2017-06-08 / Front Page

Cherry trees cut at Lakeshore entrance

Old fruit fly law recalled
By Amy Hubbell
Of The Enterprise staff

The northern entrance to Sleeping Bear Dunes National Lakeshore willl no longer include a cherry orchard.

Personnel from the National Park Service cut fruit trees on recently-acquired property on the northern edge of Sleeping Bear Dunes National Lakeshore.

Park staff felled cherry trees from property between Co. Rd. 651 and Overby Road in Centerville Township.

“It’s one of two properties the Park purchased from the Simpson family,” said Tom Ulrich, Lakeshore assistant superintendent.

The first property, acquired more than a decade ago, included a home, which was removed from the site as it was not considered of “historical significance.”

The second parcel, located east of the former home-site, was part of Harbor Hill Farms, owned by the Simpson family.

“It was my old stomping ground during my childhood,” said Sam Simpson, whose father, Bruce, was a pioneer in the wine industry. His Trillium and Fishtown White wines remain popular. “It’s a little sentimental for me,” added Sam Simpson, who followed his father’s footsteps into the wine business, “but I’d rather see it go back to nature.”

The family discontinued the fruit operation about six years ago. It most recently had been leased to fruit grower Glenn LaCross.

In its first year of ownership, the Park Service approved a permit to allow fruit growing at the site.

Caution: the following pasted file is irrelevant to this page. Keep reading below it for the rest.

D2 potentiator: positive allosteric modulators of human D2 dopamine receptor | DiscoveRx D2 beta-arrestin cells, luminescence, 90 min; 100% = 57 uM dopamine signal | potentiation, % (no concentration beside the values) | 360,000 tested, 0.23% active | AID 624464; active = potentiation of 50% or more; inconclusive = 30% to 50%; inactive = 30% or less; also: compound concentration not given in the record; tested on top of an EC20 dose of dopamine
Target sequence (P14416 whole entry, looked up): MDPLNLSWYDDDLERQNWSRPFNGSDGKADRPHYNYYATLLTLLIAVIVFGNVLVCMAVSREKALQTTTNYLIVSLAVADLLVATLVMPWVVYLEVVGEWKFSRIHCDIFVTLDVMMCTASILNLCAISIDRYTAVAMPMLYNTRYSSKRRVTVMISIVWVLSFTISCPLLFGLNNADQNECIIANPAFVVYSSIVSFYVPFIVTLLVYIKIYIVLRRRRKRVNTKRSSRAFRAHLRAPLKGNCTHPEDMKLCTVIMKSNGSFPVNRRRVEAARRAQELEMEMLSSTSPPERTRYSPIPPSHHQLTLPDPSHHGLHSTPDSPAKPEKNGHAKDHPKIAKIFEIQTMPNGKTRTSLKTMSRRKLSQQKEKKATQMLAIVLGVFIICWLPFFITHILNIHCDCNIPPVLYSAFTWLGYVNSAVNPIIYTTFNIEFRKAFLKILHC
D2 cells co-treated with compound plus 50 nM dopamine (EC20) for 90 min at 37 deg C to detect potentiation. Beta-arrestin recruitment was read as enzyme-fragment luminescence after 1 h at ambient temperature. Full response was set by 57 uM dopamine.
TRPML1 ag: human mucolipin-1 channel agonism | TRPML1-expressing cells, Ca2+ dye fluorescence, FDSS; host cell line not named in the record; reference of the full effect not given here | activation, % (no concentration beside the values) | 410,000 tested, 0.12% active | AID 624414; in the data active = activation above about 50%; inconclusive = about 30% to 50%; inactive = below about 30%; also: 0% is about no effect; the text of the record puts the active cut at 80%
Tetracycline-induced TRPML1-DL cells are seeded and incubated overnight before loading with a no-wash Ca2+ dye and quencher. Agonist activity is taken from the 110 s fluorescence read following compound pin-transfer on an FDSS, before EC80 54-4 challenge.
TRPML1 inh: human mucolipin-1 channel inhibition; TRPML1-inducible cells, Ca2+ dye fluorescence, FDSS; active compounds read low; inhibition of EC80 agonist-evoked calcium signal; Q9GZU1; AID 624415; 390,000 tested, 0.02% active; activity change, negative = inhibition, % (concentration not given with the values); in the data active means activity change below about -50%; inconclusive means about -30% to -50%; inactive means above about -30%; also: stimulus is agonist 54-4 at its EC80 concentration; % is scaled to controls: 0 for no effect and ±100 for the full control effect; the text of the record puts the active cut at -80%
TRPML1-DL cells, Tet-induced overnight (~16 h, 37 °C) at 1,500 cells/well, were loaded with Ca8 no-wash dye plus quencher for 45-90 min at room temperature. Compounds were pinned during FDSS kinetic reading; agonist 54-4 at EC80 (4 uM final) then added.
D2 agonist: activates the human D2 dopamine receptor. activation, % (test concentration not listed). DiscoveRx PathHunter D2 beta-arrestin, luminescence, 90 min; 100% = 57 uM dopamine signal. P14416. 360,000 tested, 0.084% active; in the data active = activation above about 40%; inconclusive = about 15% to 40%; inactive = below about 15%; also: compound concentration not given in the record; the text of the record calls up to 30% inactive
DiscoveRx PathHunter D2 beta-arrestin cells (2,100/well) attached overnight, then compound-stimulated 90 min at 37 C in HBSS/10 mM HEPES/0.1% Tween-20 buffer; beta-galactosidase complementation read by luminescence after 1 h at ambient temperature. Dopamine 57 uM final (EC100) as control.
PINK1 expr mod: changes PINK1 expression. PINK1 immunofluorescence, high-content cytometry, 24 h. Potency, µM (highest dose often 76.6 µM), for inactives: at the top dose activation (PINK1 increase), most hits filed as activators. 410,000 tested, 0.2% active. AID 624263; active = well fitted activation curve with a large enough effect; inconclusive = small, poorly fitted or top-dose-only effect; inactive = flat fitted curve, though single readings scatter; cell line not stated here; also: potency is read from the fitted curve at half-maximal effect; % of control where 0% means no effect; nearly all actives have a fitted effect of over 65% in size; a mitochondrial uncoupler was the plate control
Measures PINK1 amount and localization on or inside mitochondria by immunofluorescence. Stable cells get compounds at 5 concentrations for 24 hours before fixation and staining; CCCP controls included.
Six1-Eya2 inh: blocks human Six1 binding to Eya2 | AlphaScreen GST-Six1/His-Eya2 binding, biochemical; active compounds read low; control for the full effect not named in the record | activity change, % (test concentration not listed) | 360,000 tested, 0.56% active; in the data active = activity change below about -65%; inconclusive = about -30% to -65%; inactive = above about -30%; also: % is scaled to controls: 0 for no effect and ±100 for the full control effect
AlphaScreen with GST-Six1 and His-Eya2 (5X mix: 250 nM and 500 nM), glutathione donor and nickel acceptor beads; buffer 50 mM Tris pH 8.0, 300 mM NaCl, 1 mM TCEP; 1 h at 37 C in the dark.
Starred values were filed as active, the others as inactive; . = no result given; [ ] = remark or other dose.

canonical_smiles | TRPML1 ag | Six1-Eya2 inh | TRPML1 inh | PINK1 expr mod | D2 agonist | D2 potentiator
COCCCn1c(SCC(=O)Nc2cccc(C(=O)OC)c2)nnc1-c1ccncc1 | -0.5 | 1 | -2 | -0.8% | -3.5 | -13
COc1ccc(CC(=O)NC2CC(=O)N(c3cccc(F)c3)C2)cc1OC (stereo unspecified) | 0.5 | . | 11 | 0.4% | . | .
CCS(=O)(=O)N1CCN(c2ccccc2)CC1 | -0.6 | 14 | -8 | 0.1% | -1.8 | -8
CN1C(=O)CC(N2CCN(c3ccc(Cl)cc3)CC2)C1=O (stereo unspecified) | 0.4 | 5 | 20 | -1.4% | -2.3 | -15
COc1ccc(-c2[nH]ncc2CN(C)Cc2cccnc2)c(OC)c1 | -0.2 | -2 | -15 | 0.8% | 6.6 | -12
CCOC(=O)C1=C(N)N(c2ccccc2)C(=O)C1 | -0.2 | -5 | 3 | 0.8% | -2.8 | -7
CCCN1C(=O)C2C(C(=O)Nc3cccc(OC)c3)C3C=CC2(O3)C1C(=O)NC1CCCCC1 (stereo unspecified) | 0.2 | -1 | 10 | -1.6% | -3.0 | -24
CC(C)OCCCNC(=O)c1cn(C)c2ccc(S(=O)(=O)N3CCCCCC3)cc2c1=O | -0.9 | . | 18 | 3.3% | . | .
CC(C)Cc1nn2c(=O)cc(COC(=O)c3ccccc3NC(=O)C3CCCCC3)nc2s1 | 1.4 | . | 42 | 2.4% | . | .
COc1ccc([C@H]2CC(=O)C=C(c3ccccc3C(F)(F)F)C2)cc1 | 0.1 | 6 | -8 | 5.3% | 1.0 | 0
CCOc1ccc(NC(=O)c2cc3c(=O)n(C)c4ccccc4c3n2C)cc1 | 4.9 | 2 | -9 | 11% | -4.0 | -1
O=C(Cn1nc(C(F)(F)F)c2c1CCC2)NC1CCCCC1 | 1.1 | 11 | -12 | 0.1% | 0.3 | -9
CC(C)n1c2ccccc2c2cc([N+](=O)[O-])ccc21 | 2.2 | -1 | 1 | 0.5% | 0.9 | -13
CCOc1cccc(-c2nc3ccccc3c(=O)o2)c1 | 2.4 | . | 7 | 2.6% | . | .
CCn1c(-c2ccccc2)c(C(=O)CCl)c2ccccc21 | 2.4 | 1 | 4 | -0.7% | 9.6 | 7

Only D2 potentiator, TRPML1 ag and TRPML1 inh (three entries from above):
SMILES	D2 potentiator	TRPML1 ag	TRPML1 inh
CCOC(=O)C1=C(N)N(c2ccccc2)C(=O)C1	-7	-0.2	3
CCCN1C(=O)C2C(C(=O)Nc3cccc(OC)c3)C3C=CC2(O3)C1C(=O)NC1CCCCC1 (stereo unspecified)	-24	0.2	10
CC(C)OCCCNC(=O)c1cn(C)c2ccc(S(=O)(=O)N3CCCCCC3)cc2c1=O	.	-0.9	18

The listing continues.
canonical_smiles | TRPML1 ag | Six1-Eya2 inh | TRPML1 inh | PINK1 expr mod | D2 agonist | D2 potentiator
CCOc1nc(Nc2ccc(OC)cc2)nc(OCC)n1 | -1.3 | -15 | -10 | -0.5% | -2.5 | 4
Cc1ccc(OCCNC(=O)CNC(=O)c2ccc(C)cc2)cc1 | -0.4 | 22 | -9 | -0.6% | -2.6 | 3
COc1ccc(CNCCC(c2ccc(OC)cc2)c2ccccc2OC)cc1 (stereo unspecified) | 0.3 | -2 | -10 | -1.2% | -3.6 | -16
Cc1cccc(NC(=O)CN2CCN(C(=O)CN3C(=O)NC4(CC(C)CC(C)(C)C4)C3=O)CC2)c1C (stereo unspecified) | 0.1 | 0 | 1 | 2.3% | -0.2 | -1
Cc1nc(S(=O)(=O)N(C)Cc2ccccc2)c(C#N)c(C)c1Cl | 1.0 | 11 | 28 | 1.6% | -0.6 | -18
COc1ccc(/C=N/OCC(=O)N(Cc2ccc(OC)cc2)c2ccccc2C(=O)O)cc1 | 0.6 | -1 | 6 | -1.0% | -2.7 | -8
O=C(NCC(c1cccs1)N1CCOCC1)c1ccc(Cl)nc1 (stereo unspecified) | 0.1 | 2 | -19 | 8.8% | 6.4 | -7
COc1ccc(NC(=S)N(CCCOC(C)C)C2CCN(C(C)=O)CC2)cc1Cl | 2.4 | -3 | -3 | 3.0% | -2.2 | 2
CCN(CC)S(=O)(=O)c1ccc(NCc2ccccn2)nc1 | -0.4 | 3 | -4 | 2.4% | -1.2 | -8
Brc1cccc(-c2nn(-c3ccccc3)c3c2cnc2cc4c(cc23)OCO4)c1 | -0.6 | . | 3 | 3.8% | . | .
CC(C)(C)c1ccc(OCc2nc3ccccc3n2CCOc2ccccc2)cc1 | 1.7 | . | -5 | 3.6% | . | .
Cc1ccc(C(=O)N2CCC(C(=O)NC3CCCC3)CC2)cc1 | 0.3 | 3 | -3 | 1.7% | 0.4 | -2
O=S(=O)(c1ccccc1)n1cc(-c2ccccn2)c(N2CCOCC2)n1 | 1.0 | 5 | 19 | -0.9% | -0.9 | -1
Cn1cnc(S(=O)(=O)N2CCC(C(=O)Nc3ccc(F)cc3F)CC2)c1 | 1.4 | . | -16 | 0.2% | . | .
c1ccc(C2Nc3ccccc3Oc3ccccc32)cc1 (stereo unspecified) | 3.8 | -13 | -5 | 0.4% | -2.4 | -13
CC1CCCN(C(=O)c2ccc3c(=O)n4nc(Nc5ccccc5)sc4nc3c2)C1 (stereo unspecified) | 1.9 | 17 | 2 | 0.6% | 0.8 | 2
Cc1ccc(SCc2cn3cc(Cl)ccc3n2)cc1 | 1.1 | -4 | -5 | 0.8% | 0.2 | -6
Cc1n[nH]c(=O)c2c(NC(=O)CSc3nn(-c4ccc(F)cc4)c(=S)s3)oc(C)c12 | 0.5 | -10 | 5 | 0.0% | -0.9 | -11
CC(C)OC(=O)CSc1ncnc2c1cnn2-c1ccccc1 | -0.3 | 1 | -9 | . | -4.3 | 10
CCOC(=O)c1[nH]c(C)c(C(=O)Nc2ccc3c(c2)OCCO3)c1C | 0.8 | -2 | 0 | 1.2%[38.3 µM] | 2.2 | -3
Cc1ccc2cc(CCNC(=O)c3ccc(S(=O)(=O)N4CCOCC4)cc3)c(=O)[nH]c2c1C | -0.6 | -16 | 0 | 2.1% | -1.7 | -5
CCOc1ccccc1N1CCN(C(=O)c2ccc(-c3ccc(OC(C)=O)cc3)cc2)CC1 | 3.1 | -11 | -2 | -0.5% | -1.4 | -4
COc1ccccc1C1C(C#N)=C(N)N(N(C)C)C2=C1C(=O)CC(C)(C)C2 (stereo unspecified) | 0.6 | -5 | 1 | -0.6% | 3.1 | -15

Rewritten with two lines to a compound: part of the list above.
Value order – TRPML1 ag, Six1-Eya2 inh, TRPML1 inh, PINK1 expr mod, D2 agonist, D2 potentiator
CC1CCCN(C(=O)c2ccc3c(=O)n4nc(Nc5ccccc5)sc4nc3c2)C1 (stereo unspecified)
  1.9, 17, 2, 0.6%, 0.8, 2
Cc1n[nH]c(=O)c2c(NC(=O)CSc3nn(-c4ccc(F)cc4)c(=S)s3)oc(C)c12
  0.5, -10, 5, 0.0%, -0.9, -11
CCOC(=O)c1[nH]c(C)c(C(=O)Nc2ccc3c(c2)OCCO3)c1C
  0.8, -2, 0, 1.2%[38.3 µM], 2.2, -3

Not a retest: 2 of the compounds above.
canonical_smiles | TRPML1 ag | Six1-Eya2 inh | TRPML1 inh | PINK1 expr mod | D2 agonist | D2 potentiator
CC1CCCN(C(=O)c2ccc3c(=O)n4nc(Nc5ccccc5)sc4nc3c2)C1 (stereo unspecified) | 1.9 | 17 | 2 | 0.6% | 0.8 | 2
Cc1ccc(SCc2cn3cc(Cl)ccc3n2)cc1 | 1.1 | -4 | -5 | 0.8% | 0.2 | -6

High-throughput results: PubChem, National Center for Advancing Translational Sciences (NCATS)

Things changed this year when the Park Service took over.

“We learned, if you have a tree ‘thou shalt spray’,” Ulrich said.

Jim Nugent, fruit grower and retired director of the Northwest Michigan Horticultural Research Center explained.

“There’s a very old law on the books that says growers need to control cherry fruit fly,” Nugent said. “The Department of Agriculture would check abandoned orchards and require that they treat the trees or remove them.”

While there hasn’t been money allocated for enforcement of the law in many years, the need to treat or remove remains.

“It’s difficult to control insects if your neighbor has orchards that aren’t controlled,” Nugent said. “You do a great courtesy to your neighbors by spraying, especially cherries.”

The original law dealt with cherry fruit fly. Now it also applies to the spotted wing drosophila, considered the biggest pest threat to growers in northwest Michigan and throughout the country.

Ulrich said there were some funds available for removal. However, “competing work” in the park allowed for just the cutting. The fallen trees will be chipped at a later date.

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